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A Game of Thrones

A Game of Thrones


by George R. R. Martin

Memory and the Past Quotes in A Game of Thrones

How we cite our quotes: (Absolute Chapter, Character Name, Chapter.Paragraph)

Quote #1

He had been four years on the Wall. The first time he had been sent beyond, all the old stories had come rushing back, and his bowels had turned to water. (1 Prologue.11)

Because most of the characters in A Game of Thrones can't read, people often only know history through an oral tradition. And we might not always want to trust the stories people tell. (Heck, we might not want to trust the books they write, either.)

Quote #2

They were old, those eyes; older than Winterfell itself. They had seen Brandon the Builder set the first stone, if the tales were true; they had watched the castle's granite walls rise around them. It was said that the children of the forest had carved the faces in the trees during the dawn centuries before the coming of the First Men across the narrow sea. (3 Catelyn 1.7)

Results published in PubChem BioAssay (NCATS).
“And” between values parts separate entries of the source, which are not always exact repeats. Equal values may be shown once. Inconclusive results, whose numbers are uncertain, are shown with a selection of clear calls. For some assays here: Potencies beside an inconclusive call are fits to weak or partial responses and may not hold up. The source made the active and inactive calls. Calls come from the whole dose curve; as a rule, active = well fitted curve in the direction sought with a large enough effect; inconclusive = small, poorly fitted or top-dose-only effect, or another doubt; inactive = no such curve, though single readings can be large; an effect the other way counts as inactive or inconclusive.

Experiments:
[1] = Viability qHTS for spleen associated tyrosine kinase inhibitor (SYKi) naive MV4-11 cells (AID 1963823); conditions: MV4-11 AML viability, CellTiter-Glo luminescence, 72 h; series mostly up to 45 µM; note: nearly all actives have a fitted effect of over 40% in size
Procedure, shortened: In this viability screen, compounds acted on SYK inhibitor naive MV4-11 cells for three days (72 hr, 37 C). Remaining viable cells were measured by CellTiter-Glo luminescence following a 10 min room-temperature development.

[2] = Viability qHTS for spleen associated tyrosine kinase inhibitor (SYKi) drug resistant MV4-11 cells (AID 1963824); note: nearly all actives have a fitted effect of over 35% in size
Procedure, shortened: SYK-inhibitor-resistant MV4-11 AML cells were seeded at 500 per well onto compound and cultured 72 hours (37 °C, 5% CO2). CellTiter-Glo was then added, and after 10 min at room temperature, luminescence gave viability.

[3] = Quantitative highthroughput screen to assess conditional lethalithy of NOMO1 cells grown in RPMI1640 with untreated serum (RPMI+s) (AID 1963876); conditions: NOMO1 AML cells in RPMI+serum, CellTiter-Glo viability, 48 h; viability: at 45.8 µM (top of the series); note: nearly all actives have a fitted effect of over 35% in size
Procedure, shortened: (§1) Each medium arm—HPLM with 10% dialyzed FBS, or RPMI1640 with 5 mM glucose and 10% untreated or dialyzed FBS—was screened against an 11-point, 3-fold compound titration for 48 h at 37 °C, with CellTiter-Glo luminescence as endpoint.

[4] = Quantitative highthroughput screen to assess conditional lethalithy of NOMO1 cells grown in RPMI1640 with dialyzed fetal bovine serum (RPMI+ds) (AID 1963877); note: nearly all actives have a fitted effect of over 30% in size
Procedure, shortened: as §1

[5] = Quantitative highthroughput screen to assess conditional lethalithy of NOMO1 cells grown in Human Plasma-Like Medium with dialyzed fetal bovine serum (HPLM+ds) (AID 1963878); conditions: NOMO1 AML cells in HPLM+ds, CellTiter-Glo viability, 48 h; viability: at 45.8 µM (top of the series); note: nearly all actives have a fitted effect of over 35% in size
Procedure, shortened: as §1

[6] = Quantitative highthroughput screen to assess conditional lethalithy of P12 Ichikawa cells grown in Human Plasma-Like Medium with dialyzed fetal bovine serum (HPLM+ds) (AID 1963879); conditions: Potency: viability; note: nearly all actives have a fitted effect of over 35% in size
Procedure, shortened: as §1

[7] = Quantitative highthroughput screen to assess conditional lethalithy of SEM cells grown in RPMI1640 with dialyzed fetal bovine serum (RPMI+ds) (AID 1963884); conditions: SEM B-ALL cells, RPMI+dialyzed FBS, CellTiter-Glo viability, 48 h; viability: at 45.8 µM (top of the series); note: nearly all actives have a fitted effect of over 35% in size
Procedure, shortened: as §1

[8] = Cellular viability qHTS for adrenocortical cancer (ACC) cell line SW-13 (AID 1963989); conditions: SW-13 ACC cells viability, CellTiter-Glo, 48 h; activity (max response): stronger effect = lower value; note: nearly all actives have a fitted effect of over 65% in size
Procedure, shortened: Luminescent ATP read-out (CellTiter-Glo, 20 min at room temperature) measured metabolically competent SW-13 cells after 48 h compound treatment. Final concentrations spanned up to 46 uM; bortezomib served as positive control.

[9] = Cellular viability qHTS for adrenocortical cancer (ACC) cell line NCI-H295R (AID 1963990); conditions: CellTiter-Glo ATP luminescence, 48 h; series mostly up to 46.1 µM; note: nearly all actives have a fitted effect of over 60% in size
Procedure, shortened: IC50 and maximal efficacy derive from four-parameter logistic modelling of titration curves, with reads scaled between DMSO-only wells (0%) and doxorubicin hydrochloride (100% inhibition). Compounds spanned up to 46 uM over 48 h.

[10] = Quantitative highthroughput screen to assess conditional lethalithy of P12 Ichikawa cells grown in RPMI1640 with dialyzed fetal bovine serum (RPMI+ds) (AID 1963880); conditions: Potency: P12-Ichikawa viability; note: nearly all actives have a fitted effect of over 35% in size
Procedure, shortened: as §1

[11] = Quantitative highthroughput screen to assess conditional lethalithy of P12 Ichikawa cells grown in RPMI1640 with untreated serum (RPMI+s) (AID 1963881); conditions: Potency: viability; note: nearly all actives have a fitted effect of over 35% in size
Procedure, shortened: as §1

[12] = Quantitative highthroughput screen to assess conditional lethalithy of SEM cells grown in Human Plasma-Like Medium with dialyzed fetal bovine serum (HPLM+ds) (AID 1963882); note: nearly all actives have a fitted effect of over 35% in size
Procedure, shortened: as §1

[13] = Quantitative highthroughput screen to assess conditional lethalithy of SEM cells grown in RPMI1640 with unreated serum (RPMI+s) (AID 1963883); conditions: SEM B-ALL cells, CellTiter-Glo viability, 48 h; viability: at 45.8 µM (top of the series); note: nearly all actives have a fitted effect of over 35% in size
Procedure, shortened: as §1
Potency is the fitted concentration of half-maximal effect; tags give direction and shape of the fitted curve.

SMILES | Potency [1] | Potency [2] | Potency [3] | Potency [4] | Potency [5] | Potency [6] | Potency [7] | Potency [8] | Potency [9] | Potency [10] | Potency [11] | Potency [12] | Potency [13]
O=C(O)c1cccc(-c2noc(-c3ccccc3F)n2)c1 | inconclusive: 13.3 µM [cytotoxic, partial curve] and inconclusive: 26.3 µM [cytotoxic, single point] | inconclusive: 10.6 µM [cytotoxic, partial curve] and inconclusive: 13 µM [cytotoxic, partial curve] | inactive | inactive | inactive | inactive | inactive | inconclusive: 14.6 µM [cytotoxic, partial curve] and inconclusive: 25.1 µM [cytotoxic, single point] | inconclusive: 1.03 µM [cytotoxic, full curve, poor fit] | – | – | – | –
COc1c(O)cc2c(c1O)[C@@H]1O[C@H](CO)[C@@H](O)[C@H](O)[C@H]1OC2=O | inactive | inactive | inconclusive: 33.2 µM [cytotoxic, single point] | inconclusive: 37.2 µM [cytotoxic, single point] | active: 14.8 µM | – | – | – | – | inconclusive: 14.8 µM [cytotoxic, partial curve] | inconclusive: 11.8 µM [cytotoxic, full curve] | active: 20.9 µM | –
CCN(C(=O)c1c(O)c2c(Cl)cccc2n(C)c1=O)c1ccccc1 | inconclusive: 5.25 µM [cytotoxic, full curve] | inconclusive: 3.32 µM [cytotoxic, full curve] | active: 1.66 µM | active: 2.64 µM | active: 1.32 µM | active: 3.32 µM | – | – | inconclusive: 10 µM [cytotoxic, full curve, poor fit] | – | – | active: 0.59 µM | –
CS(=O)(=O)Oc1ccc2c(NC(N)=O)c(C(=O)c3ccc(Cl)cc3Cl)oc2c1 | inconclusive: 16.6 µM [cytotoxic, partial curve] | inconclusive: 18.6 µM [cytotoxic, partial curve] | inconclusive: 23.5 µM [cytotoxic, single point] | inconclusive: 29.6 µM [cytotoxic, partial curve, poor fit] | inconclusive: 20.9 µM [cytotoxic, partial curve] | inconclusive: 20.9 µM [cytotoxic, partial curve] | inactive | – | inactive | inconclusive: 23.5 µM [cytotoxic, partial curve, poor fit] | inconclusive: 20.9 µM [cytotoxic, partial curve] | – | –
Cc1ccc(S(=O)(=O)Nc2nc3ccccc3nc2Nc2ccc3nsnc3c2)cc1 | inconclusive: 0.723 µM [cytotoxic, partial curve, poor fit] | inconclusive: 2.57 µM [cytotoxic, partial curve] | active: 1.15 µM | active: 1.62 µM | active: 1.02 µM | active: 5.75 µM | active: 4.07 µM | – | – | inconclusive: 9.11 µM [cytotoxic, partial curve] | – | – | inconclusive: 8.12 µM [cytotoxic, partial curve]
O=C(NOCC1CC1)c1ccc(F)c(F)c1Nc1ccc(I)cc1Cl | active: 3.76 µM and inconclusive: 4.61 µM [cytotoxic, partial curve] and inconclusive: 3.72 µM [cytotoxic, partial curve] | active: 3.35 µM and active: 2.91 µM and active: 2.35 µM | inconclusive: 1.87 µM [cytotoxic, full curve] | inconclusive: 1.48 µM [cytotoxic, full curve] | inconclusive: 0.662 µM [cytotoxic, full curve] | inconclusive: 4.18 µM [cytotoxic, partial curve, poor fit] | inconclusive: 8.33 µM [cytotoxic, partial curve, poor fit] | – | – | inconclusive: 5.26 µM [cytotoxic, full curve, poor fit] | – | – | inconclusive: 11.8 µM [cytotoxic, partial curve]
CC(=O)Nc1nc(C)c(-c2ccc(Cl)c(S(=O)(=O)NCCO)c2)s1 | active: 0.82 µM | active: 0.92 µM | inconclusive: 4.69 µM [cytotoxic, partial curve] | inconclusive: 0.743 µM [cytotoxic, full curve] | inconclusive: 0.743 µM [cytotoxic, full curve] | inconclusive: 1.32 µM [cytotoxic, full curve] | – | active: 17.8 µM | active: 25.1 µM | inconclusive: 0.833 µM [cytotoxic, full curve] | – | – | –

If George R.R. Martin were writing a historical novel about the American Civil War, he might assume we know something about what was going on at the time. But since he is making up this world and its entire history, he has to tell us everything we need to know. This is why we often get little snippets of people thinking about history. Good strategy, Mr. Martin.

Quote #3

Yet sometimes Dany would picture the way it had been, so often had her brother told her the stories. The midnight flight to Dragonstone, moonlight shimmering on the ship's black sails. Her brother Rhaegar battling the Usurper in the bloody waters of the Trident and dying for the woman he loved. The sack of King's Landing by the ones Viserys called the Usurper's dogs, the lords Lannister and Stark. Princess Elia of Dorne pleading for mercy as Rhaegar's heir was ripped from her breast and murdered before her eyes. The polished skulls of the last dragons staring down sightlessly from the walls of the throne room while the Kingslayer opened Father's throat with a golden sword. (4 Daenerys 1.13)

Here we're faced with a character remembering the recent past – except these aren't her memories. These are just stories that Viserys has told to Daenerys. (Actually, they're not even his memories either; he certainly wasn't at the battle of the Trident when he was a baby.)

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